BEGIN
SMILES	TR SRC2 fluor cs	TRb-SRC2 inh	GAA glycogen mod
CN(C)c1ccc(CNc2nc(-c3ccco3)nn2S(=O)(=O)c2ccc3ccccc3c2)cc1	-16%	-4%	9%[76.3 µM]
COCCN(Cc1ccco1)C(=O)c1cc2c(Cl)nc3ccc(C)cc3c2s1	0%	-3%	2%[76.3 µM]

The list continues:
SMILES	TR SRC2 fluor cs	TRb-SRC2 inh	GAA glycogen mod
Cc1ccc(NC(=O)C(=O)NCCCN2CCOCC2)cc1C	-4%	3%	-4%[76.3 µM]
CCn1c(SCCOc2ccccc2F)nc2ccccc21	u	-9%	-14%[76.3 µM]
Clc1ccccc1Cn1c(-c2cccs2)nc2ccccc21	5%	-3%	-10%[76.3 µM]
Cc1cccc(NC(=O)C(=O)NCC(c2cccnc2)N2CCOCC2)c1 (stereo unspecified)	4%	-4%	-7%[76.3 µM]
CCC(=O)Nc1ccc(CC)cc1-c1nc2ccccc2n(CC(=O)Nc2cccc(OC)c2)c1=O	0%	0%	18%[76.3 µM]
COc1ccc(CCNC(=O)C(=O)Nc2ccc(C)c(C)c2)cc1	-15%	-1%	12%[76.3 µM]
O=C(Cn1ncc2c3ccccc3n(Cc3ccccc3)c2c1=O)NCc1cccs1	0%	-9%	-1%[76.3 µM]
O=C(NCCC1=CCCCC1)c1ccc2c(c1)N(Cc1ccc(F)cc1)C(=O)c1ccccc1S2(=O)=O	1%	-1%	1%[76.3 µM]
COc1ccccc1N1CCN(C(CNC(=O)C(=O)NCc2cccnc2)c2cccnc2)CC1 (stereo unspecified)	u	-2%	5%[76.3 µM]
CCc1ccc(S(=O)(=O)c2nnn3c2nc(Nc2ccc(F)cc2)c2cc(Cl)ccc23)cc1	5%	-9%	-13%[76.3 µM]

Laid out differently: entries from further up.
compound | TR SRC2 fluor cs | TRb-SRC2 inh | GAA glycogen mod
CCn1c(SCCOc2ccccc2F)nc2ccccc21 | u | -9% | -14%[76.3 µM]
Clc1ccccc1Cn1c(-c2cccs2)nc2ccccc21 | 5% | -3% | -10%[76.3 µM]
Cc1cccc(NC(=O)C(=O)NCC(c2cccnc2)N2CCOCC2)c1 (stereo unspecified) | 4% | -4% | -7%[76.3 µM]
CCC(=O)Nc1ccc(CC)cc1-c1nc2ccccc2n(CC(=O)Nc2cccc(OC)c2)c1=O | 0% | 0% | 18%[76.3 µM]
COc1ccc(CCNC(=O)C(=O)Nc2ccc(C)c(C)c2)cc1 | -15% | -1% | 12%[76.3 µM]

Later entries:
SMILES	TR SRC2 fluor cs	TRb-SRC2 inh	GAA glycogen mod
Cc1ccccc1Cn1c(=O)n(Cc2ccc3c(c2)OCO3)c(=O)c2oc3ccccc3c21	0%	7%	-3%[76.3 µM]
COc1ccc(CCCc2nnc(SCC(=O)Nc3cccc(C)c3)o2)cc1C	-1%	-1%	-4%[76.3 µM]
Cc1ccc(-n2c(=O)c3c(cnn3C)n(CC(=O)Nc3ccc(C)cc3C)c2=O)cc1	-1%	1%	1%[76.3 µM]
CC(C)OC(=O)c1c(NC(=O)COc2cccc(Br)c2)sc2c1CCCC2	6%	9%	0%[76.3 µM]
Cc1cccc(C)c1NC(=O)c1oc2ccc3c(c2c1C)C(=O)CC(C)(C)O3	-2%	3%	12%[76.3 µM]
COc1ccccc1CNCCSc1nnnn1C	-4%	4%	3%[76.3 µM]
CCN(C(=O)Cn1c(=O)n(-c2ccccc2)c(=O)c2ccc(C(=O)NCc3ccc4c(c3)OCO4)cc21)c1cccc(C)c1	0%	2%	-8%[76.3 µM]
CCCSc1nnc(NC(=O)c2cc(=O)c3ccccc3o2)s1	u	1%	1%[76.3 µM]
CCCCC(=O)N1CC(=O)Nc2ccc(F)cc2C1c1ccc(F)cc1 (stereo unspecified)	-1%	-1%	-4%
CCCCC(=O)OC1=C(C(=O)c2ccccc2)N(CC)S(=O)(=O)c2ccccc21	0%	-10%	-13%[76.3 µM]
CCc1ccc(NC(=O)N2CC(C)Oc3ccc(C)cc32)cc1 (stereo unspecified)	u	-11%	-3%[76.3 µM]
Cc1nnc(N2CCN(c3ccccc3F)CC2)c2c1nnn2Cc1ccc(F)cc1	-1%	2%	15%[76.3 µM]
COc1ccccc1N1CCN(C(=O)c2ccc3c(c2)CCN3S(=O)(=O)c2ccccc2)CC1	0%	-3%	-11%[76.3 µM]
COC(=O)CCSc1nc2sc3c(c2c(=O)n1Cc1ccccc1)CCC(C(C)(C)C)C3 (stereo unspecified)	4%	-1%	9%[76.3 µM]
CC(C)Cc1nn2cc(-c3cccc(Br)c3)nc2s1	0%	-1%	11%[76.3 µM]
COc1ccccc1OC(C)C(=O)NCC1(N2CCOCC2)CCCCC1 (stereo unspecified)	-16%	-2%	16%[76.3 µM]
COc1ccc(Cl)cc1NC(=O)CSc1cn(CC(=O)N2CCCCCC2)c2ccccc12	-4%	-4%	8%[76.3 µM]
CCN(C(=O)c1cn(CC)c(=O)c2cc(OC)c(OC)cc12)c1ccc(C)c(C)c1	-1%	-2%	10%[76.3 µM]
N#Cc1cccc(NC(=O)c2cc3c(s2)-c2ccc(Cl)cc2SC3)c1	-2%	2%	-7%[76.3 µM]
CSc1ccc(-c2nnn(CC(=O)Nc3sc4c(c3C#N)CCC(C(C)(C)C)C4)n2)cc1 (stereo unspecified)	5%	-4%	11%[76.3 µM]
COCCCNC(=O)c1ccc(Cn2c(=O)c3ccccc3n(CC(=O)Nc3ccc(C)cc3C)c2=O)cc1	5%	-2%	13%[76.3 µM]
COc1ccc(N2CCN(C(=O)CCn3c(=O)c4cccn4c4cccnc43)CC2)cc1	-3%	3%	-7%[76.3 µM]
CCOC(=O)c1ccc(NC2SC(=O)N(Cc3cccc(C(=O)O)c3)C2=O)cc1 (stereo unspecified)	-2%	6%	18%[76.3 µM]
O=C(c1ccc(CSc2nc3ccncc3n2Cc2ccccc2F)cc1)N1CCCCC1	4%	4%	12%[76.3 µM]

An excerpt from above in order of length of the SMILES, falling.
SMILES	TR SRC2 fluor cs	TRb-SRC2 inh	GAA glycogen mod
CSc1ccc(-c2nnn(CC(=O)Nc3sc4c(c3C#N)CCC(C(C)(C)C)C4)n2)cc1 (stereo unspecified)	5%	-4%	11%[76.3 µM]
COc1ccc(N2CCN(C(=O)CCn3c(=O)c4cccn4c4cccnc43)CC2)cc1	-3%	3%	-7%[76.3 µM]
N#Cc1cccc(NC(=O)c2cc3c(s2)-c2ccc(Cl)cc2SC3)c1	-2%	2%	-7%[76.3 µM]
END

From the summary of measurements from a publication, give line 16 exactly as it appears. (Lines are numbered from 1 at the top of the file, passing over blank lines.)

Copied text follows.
Laid out differently: entries from further up.